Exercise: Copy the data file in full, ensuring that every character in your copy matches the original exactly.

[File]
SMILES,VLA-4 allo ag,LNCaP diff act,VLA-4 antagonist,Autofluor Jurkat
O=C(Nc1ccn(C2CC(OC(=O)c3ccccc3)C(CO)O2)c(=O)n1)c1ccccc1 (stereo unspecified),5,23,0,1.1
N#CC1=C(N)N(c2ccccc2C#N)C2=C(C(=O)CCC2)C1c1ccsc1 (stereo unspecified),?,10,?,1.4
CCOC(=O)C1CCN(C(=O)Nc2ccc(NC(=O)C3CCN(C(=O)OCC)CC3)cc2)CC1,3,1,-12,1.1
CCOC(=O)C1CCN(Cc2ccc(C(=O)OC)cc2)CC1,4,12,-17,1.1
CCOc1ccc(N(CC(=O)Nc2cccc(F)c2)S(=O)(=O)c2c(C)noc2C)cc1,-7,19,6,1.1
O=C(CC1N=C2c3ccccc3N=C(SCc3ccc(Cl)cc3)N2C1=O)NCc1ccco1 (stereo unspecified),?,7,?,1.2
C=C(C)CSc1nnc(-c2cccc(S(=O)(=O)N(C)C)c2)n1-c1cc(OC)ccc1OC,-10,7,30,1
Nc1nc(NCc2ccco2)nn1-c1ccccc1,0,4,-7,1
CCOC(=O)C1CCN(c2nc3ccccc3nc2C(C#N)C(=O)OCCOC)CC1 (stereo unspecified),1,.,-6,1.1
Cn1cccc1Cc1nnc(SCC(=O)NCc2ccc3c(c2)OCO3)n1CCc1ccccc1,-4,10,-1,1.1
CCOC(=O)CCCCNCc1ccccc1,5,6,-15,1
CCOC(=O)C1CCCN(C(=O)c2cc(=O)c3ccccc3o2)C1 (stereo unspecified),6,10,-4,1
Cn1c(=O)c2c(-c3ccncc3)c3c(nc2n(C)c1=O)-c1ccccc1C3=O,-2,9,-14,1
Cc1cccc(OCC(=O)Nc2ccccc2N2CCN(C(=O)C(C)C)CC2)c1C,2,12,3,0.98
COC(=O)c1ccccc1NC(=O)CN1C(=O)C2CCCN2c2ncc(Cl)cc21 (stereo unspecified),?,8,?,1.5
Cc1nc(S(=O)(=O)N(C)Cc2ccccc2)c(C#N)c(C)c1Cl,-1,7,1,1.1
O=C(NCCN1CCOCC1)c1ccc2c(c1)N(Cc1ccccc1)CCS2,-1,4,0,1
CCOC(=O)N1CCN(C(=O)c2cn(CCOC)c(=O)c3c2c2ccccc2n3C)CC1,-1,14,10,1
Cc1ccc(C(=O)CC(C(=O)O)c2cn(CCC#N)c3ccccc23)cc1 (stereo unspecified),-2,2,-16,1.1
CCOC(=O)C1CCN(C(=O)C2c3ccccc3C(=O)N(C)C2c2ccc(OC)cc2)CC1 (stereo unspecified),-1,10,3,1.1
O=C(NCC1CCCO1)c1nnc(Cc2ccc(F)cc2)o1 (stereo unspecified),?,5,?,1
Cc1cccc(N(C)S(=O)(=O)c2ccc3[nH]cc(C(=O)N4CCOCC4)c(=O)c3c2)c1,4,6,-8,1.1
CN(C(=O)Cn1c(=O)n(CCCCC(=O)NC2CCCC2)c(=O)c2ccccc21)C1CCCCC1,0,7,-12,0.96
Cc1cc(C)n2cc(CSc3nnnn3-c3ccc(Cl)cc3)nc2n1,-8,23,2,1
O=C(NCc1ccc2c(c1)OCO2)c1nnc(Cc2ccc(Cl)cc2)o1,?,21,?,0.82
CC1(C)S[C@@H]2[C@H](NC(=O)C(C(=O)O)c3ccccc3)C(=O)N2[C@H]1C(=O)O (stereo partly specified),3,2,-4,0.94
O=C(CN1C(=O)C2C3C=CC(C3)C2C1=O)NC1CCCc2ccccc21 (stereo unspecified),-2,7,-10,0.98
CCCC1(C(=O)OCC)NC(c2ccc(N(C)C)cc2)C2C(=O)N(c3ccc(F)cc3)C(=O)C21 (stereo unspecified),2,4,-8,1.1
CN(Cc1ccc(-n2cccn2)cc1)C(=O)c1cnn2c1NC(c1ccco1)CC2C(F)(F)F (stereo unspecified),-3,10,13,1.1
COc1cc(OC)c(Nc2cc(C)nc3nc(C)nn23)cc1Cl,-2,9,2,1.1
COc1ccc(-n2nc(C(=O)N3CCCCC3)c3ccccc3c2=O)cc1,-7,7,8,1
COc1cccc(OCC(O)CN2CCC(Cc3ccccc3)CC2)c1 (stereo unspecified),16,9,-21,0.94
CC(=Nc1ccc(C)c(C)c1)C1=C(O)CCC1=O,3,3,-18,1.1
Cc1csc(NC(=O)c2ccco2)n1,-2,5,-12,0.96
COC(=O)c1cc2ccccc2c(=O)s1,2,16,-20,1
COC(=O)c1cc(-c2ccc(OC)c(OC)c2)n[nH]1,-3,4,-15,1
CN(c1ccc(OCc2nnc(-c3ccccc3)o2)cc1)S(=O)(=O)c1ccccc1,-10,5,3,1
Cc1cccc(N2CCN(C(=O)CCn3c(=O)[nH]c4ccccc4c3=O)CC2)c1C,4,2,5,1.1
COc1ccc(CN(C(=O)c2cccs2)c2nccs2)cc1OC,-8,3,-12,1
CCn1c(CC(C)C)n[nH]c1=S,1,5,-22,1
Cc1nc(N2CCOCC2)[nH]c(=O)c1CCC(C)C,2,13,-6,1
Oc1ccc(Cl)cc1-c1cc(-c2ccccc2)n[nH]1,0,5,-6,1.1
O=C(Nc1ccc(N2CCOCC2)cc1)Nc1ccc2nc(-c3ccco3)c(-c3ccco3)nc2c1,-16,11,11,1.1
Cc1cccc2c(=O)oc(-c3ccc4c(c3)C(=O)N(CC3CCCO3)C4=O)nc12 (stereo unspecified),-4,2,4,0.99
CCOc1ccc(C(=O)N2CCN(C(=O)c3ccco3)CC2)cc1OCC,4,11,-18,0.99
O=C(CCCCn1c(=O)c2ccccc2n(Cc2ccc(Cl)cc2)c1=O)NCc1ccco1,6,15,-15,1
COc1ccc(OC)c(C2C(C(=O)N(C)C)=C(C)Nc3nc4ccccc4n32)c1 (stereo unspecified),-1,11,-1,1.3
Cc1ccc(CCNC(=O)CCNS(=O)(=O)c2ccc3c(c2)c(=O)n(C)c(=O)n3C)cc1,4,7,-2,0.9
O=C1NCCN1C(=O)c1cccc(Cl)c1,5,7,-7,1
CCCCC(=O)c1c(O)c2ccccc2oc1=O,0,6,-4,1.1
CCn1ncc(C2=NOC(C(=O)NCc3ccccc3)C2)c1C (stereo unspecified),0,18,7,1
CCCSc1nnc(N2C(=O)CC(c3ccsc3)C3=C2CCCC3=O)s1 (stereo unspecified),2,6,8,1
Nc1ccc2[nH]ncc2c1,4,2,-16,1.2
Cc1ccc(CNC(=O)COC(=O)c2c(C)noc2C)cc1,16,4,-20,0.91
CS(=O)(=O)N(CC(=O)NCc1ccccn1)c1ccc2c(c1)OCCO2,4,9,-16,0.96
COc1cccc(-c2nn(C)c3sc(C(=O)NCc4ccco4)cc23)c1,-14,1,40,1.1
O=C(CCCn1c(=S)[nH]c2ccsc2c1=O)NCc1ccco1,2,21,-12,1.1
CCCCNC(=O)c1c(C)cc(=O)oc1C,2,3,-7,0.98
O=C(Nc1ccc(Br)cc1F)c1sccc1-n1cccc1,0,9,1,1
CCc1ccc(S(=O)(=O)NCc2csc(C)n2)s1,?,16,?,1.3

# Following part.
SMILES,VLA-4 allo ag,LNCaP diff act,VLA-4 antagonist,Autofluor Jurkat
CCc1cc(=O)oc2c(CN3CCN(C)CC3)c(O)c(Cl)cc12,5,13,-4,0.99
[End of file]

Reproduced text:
SMILES,VLA-4 allo ag,LNCaP diff act,VLA-4 antagonist,Autofluor Jurkat
O=C(Nc1ccn(C2CC(OC(=O)c3ccccc3)C(CO)O2)c(=O)n1)c1ccccc1 (stereo unspecified),5,23,0,1.1
N#CC1=C(N)N(c2ccccc2C#N)C2=C(C(=O)CCC2)C1c1ccsc1 (stereo unspecified),?,10,?,1.4
CCOC(=O)C1CCN(C(=O)Nc2ccc(NC(=O)C3CCN(C(=O)OCC)CC3)cc2)CC1,3,1,-12,1.1
CCOC(=O)C1CCN(Cc2ccc(C(=O)OC)cc2)CC1,4,12,-17,1.1
CCOc1ccc(N(CC(=O)Nc2cccc(F)c2)S(=O)(=O)c2c(C)noc2C)cc1,-7,19,6,1.1
O=C(CC1N=C2c3ccccc3N=C(SCc3ccc(Cl)cc3)N2C1=O)NCc1ccco1 (stereo unspecified),?,7,?,1.2
C=C(C)CSc1nnc(-c2cccc(S(=O)(=O)N(C)C)c2)n1-c1cc(OC)ccc1OC,-10,7,30,1
Nc1nc(NCc2ccco2)nn1-c1ccccc1,0,4,-7,1
CCOC(=O)C1CCN(c2nc3ccccc3nc2C(C#N)C(=O)OCCOC)CC1 (stereo unspecified),1,.,-6,1.1
Cn1cccc1Cc1nnc(SCC(=O)NCc2ccc3c(c2)OCO3)n1CCc1ccccc1,-4,10,-1,1.1
CCOC(=O)CCCCNCc1ccccc1,5,6,-15,1
CCOC(=O)C1CCCN(C(=O)c2cc(=O)c3ccccc3o2)C1 (stereo unspecified),6,10,-4,1
Cn1c(=O)c2c(-c3ccncc3)c3c(nc2n(C)c1=O)-c1ccccc1C3=O,-2,9,-14,1
Cc1cccc(OCC(=O)Nc2ccccc2N2CCN(C(=O)C(C)C)CC2)c1C,2,12,3,0.98
COC(=O)c1ccccc1NC(=O)CN1C(=O)C2CCCN2c2ncc(Cl)cc21 (stereo unspecified),?,8,?,1.5
Cc1nc(S(=O)(=O)N(C)Cc2ccccc2)c(C#N)c(C)c1Cl,-1,7,1,1.1
O=C(NCCN1CCOCC1)c1ccc2c(c1)N(Cc1ccccc1)CCS2,-1,4,0,1
CCOC(=O)N1CCN(C(=O)c2cn(CCOC)c(=O)c3c2c2ccccc2n3C)CC1,-1,14,10,1
Cc1ccc(C(=O)CC(C(=O)O)c2cn(CCC#N)c3ccccc23)cc1 (stereo unspecified),-2,2,-16,1.1
CCOC(=O)C1CCN(C(=O)C2c3ccccc3C(=O)N(C)C2c2ccc(OC)cc2)CC1 (stereo unspecified),-1,10,3,1.1
O=C(NCC1CCCO1)c1nnc(Cc2ccc(F)cc2)o1 (stereo unspecified),?,5,?,1
Cc1cccc(N(C)S(=O)(=O)c2ccc3[nH]cc(C(=O)N4CCOCC4)c(=O)c3c2)c1,4,6,-8,1.1
CN(C(=O)Cn1c(=O)n(CCCCC(=O)NC2CCCC2)c(=O)c2ccccc21)C1CCCCC1,0,7,-12,0.96
Cc1cc(C)n2cc(CSc3nnnn3-c3ccc(Cl)cc3)nc2n1,-8,23,2,1
O=C(NCc1ccc2c(c1)OCO2)c1nnc(Cc2ccc(Cl)cc2)o1,?,21,?,0.82
CC1(C)S[C@@H]2[C@H](NC(=O)C(C(=O)O)c3ccccc3)C(=O)N2[C@H]1C(=O)O (stereo partly specified),3,2,-4,0.94
O=C(CN1C(=O)C2C3C=CC(C3)C2C1=O)NC1CCCc2ccccc21 (stereo unspecified),-2,7,-10,0.98
CCCC1(C(=O)OCC)NC(c2ccc(N(C)C)cc2)C2C(=O)N(c3ccc(F)cc3)C(=O)C21 (stereo unspecified),2,4,-8,1.1
CN(Cc1ccc(-n2cccn2)cc1)C(=O)c1cnn2c1NC(c1ccco1)CC2C(F)(F)F (stereo unspecified),-3,10,13,1.1
COc1cc(OC)c(Nc2cc(C)nc3nc(C)nn23)cc1Cl,-2,9,2,1.1
COc1ccc(-n2nc(C(=O)N3CCCCC3)c3ccccc3c2=O)cc1,-7,7,8,1
COc1cccc(OCC(O)CN2CCC(Cc3ccccc3)CC2)c1 (stereo unspecified),16,9,-21,0.94
CC(=Nc1ccc(C)c(C)c1)C1=C(O)CCC1=O,3,3,-18,1.1
Cc1csc(NC(=O)c2ccco2)n1,-2,5,-12,0.96
COC(=O)c1cc2ccccc2c(=O)s1,2,16,-20,1
COC(=O)c1cc(-c2ccc(OC)c(OC)c2)n[nH]1,-3,4,-15,1
CN(c1ccc(OCc2nnc(-c3ccccc3)o2)cc1)S(=O)(=O)c1ccccc1,-10,5,3,1
Cc1cccc(N2CCN(C(=O)CCn3c(=O)[nH]c4ccccc4c3=O)CC2)c1C,4,2,5,1.1
COc1ccc(CN(C(=O)c2cccs2)c2nccs2)cc1OC,-8,3,-12,1
CCn1c(CC(C)C)n[nH]c1=S,1,5,-22,1
Cc1nc(N2CCOCC2)[nH]c(=O)c1CCC(C)C,2,13,-6,1
Oc1ccc(Cl)cc1-c1cc(-c2ccccc2)n[nH]1,0,5,-6,1.1
O=C(Nc1ccc(N2CCOCC2)cc1)Nc1ccc2nc(-c3ccco3)c(-c3ccco3)nc2c1,-16,11,11,1.1
Cc1cccc2c(=O)oc(-c3ccc4c(c3)C(=O)N(CC3CCCO3)C4=O)nc12 (stereo unspecified),-4,2,4,0.99
CCOc1ccc(C(=O)N2CCN(C(=O)c3ccco3)CC2)cc1OCC,4,11,-18,0.99
O=C(CCCCn1c(=O)c2ccccc2n(Cc2ccc(Cl)cc2)c1=O)NCc1ccco1,6,15,-15,1
COc1ccc(OC)c(C2C(C(=O)N(C)C)=C(C)Nc3nc4ccccc4n32)c1 (stereo unspecified),-1,11,-1,1.3
Cc1ccc(CCNC(=O)CCNS(=O)(=O)c2ccc3c(c2)c(=O)n(C)c(=O)n3C)cc1,4,7,-2,0.9
O=C1NCCN1C(=O)c1cccc(Cl)c1,5,7,-7,1
CCCCC(=O)c1c(O)c2ccccc2oc1=O,0,6,-4,1.1
CCn1ncc(C2=NOC(C(=O)NCc3ccccc3)C2)c1C (stereo unspecified),0,18,7,1
CCCSc1nnc(N2C(=O)CC(c3ccsc3)C3=C2CCCC3=O)s1 (stereo unspecified),2,6,8,1
Nc1ccc2[nH]ncc2c1,4,2,-16,1.2
Cc1ccc(CNC(=O)COC(=O)c2c(C)noc2C)cc1,16,4,-20,0.91
CS(=O)(=O)N(CC(=O)NCc1ccccn1)c1ccc2c(c1)OCCO2,4,9,-16,0.96
COc1cccc(-c2nn(C)c3sc(C(=O)NCc4ccco4)cc23)c1,-14,1,40,1.1
O=C(CCCn1c(=S)[nH]c2ccsc2c1=O)NCc1ccco1,2,21,-12,1.1
CCCCNC(=O)c1c(C)cc(=O)oc1C,2,3,-7,0.98
O=C(Nc1ccc(Br)cc1F)c1sccc1-n1cccc1,0,9,1,1
CCc1ccc(S(=O)(=O)NCc2csc(C)n2)s1,?,16,?,1.3

# Following part.
SMILES,VLA-4 allo ag,LNCaP diff act,VLA-4 antagonist,Autofluor Jurkat
CCc1cc(=O)oc2c(CN3CCN(C)CC3)c(O)c(Cl)cc12,5,13,-4,0.99